One of the agile methods’ claim is to overcome the tayloristic approach seen in the attempts to “industrialize” software development. For example, they don’t separate roles within the team, and they develop the product stepwise and evolutionary instead of defining it upfront. So is tayloristic thinking now history? It is worth taking a closer look.
A bit of history
Frederick Winslow Taylor published his thoughts in 1911 in a paper called “Scientific Management”. As widely known, his ideas were first implemented by Ford in the production of the famous Model T car (“You can have any color you want, provided it’s black!”). Soon after, the method revolutionized all of the manufacturing industries.
The basis for Taylor’s approach is the following thinking:
There are two groups of people – scientifically educated managers and uneducated workers. While the managers strive for excellence and higher goals, the workers’ only incentive is the money they receive.
Of course this view was criticized later, but it was just the way of thinking in the early 20th century.
Based on this, “Scientific Management” suggests the following:
- Strictly separate management and workers
- Management shall define “one best way” how work is to be done, and check for compliance
- A high degree of division of labor has to be achieved, as only with very small manufacturing steps it is possible to implement the second principle (defining and controlling “one best way”)
So this is it – published 100 years ago, and made for the manufacturing industry. But could it be that there is still an influence on how we think and act in today’s knowledge work? Let’s check.
1. The importance of methods
Did you ever notice the headlines in professional discussion groups on Linkedin and similar networks? Here are some recent examples:
Does anybody have a WBS for setting up a datacenter? Does Kanban have a product owner? Get the PMP certification now! Is it possible to combine Scrum and Waterfall?
What is interesting: The Agile Manifesto implicitly tells us that methods that work for someone do not necessarily work for someone else. It depends on problem, team and context (Andy Hunt just published a good article about this).
But this insight does not yet seem to be part of our thinking. Instead people and organizations are looking for the “one best way” how to solve their problem. As one can see from the questions, understanding an approach as such (and reflecting on its applicability) is sometimes not even tried. The belief in standards is so strong that way more attention is paid to the methods rather than to the problem itself.
Interestingly, as one of the agile methods even Scrum seems to be marketed and discussed in exactly that way – Scrum is the “one best way”, and you can even get certified for it. Discussions often go around how to interpret something, rather than how to adapt it to a specific situation.
Methods are an important market with demand and supply. But in the end this comes from a tayloristic thinking. Not that methods are useless, but applied to unique projects and situations they need to be looked at with reason and understood as guidance. Progress will be made once people start asking “This is the problem I have – how do I best tackle it?”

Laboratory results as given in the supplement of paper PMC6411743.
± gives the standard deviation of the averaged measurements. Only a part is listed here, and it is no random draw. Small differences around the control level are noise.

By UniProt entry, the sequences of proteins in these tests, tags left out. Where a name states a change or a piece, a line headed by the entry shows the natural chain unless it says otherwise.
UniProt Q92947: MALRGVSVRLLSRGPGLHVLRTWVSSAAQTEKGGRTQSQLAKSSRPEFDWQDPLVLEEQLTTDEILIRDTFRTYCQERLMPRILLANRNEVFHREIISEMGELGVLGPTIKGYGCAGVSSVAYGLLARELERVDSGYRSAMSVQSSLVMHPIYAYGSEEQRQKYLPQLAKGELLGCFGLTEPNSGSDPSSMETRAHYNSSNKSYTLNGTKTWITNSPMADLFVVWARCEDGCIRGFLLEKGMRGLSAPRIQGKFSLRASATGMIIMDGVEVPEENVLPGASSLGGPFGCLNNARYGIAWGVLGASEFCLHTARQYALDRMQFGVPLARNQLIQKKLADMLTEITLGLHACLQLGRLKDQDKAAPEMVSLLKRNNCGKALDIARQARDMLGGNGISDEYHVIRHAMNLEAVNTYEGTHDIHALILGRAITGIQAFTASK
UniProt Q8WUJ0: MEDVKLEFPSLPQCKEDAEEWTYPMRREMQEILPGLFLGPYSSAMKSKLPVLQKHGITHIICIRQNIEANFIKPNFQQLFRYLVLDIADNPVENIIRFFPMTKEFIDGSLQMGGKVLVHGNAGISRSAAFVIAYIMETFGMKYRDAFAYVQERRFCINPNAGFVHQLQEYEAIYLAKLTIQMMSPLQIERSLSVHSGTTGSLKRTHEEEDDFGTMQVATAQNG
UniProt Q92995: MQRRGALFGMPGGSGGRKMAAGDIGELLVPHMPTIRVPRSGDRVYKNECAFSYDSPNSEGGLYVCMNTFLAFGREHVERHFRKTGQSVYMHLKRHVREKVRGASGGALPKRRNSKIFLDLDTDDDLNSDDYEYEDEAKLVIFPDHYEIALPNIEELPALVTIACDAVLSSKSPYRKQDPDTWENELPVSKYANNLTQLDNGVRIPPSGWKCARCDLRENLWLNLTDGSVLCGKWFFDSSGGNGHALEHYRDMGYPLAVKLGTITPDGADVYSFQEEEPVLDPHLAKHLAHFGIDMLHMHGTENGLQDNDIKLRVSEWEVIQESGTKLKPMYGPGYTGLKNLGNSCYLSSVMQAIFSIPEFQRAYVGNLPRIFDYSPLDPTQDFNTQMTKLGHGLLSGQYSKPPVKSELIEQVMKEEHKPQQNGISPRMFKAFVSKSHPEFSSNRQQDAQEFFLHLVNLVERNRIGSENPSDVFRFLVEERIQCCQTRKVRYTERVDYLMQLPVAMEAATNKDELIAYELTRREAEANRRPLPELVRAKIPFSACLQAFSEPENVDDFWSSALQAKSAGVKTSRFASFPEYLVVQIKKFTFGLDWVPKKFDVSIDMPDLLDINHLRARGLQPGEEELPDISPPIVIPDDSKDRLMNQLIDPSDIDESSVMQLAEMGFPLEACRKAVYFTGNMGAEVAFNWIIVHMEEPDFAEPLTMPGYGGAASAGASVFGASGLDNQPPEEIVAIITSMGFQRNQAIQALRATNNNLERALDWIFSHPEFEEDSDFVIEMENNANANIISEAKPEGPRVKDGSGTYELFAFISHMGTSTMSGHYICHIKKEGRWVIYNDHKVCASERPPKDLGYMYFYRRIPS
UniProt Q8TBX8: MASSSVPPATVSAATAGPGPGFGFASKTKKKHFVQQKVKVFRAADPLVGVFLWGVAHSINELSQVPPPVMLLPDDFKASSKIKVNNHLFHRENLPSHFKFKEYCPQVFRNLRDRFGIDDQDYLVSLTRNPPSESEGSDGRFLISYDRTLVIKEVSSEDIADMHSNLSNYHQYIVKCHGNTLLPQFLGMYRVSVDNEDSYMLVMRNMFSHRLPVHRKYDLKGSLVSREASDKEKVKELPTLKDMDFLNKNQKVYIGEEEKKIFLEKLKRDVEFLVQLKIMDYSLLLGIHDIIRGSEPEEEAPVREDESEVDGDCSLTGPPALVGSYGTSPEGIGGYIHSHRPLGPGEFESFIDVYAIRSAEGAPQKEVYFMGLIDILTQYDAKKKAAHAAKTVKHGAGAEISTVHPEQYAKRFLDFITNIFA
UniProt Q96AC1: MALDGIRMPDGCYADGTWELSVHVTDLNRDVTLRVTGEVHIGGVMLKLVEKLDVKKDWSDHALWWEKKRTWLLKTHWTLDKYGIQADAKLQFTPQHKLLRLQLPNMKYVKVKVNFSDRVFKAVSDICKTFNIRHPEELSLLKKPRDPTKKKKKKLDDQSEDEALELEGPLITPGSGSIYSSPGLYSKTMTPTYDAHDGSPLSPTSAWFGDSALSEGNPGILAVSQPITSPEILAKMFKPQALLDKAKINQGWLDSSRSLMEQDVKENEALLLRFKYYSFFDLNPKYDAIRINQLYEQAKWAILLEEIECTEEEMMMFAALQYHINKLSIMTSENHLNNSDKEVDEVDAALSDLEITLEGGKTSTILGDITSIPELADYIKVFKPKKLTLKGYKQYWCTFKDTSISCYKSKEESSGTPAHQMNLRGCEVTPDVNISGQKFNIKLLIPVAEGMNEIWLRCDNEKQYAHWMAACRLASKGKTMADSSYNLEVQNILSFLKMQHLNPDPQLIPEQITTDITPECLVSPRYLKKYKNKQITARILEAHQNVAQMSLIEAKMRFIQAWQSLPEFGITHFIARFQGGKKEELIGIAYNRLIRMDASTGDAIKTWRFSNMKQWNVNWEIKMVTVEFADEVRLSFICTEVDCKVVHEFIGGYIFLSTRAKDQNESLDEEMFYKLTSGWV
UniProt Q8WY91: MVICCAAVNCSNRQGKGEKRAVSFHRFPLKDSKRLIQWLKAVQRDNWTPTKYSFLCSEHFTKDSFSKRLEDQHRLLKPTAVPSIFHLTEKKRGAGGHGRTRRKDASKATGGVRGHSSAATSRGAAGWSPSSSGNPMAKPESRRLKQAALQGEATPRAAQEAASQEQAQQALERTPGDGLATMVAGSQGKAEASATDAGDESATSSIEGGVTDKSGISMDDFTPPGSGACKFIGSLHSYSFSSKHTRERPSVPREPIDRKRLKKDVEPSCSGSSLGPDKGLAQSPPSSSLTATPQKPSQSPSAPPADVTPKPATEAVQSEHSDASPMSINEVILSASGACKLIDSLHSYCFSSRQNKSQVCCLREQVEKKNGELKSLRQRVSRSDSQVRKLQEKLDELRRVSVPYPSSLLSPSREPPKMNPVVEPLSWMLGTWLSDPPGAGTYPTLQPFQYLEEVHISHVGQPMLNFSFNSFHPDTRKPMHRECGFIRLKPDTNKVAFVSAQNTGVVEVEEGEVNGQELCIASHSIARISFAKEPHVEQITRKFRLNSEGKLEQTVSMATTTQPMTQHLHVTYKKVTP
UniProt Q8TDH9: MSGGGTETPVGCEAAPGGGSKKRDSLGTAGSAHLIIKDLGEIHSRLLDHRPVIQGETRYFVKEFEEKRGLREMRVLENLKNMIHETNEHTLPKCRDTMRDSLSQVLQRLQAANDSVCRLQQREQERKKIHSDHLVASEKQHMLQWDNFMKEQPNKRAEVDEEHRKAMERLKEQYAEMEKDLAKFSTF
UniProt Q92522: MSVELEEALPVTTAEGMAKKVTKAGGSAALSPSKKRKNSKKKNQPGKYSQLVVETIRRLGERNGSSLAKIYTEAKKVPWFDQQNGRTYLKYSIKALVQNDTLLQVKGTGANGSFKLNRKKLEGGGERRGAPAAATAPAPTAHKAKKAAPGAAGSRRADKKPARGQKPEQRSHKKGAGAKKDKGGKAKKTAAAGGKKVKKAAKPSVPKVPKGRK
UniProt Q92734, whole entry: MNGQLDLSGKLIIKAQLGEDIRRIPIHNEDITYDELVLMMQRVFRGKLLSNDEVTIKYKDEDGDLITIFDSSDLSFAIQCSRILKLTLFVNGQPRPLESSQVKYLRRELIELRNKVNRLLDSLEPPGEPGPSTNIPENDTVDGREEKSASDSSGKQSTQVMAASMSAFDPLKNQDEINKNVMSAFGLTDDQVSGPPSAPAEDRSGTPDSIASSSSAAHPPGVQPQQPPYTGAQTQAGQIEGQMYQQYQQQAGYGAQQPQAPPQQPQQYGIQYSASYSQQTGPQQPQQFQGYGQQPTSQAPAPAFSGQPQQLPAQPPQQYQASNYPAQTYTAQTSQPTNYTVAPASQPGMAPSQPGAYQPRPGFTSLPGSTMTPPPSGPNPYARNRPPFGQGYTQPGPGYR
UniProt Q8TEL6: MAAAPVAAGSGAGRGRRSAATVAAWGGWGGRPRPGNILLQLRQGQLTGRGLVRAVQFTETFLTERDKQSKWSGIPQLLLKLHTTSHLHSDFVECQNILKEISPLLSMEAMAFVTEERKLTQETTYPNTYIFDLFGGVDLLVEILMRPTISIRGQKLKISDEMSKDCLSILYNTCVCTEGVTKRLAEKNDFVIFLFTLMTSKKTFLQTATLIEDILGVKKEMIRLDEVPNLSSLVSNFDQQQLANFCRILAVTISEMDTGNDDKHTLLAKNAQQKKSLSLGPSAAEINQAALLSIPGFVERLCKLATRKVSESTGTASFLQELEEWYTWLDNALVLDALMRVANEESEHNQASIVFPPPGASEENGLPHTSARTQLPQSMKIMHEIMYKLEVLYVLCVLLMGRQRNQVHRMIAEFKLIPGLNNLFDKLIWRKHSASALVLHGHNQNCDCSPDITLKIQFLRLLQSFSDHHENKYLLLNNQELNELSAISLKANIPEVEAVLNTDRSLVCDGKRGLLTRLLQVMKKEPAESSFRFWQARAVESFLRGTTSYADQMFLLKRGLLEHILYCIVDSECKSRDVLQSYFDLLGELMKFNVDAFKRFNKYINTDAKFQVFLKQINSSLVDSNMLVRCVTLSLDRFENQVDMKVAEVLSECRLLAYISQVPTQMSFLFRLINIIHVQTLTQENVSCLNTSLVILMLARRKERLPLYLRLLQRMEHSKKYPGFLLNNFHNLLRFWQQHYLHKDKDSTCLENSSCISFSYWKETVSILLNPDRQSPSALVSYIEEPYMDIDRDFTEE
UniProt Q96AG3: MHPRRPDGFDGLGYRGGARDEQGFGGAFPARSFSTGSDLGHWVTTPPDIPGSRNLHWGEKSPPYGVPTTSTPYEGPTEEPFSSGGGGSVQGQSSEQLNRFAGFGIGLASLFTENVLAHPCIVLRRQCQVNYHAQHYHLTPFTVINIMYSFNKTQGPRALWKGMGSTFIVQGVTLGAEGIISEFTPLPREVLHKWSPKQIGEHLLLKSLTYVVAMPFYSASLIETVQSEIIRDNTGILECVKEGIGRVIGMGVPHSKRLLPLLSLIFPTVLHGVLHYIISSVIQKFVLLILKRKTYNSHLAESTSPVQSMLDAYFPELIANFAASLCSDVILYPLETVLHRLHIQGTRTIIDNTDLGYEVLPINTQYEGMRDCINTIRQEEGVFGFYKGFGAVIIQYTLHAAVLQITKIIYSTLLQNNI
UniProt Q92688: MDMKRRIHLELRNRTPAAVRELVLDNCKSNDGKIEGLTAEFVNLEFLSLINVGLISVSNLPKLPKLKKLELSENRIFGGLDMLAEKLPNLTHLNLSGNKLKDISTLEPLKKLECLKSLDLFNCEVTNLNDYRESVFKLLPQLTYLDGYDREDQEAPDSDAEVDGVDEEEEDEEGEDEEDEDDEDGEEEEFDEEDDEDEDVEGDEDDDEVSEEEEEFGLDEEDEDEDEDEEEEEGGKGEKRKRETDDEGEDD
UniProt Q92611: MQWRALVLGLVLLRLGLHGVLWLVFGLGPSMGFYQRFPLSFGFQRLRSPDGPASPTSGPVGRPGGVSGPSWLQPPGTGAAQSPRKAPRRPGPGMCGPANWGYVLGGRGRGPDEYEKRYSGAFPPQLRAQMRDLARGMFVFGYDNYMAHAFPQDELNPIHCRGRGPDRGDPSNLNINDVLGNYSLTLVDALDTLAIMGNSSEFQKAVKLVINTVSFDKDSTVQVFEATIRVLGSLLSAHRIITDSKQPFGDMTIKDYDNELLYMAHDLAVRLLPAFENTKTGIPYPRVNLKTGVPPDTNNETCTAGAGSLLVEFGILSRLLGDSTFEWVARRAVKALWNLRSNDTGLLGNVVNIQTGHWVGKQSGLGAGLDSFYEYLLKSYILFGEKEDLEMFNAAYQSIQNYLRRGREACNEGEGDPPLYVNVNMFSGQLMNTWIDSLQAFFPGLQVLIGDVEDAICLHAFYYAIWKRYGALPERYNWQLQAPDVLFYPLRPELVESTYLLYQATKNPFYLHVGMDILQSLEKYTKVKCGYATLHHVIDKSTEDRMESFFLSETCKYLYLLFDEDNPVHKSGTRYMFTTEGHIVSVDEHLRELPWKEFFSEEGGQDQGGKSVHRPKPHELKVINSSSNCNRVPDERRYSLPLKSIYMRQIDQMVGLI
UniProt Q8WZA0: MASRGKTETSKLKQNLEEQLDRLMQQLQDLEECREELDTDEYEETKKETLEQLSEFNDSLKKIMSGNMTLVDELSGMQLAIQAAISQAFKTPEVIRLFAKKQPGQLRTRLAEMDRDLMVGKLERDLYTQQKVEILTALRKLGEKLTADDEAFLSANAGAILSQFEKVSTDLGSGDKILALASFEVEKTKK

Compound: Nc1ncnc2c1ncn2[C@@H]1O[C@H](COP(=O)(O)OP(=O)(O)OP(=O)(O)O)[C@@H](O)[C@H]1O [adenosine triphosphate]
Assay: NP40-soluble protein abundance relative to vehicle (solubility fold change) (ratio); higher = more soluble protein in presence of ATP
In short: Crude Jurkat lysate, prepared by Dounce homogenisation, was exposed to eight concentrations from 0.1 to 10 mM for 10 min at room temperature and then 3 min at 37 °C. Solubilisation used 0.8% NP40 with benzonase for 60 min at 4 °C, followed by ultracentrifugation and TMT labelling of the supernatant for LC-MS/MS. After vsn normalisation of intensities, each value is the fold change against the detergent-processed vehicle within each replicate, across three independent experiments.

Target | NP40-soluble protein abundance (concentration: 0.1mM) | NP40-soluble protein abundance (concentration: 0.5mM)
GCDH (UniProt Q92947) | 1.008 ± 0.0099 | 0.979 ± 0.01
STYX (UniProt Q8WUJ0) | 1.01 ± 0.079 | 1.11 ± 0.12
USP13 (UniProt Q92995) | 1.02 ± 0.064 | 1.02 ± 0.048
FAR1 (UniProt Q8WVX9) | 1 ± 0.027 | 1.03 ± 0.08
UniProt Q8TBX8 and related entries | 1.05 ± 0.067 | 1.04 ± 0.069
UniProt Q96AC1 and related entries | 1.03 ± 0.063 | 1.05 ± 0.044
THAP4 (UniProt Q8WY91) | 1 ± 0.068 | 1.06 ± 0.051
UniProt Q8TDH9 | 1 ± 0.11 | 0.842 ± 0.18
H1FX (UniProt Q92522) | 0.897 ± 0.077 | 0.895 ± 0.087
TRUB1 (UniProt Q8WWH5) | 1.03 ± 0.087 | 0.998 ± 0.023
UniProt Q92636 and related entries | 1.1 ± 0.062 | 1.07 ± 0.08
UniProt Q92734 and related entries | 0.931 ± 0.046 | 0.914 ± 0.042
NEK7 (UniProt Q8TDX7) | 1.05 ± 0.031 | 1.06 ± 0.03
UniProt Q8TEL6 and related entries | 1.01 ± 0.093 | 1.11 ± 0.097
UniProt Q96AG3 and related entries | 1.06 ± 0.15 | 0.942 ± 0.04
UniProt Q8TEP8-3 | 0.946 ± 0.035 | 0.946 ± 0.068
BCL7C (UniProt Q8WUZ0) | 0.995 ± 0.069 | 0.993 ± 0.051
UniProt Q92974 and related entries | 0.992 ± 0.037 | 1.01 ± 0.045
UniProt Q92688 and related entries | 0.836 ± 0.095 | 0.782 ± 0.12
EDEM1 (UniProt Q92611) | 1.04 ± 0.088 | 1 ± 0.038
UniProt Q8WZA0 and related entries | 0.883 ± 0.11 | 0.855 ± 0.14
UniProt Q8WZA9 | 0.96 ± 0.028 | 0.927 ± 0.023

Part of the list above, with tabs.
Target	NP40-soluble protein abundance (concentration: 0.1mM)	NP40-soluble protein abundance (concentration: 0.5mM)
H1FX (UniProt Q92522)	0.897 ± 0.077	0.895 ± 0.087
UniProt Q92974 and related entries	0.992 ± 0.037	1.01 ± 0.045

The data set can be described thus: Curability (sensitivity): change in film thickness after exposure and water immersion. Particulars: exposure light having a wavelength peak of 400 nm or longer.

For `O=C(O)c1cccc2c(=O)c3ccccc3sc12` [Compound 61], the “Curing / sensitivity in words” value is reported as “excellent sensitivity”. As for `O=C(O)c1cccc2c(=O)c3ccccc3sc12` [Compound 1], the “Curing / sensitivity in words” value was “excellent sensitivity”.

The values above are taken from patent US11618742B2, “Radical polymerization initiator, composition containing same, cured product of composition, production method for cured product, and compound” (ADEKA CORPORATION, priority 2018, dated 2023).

Did you ever think about the human resource management seen in companies today? On the one hand the importance of teams is emphasized, but on the other hand HR is very much focussed on individuals, roles and functional skills.
We want teams to perform and deliver projects, but while e.g. successful sport teams spend a lot of time training together we
- hire individuals
- put them in pool organizations and “job families” to develop them within a predefined role
- and we measure individual goals and achievements
This is a modernized taylorism. A step forward would be to value and develop teams as a whole, and spend more attention to improving their productivity.
3. Monitoring and Control
We still have the separation of management and workers suggested by Taylor (even though the workers are extremely well educated as well today). But that is not the point.
Management of course needs to know what’s going in the company and ensure things are on a good way. But how do they usually do this? They define and monitor procedures: Standardized processes, mandatory tools, review boards checking projects for compliance.
Focussing control on how the work is done again is tayloristic thinking (and again is not overly effective when applied to knowledge work). A new (and powerful) way of monitoring and control would instead be to focus on the outcomes. In order to still have regular checkpoints this would lead to smaller projects with more frequent deliverables. In fact it is about applying the philosophy of agile and lean to an entire organization.
We’re clearly not there yet. There is a hidden Taylor in us and our thinking, and in the way we run projects and organizations. And it is still hindering us from further increasing productivity of software projects and knowledge work.
Changing a mindset requires more than just changing methods.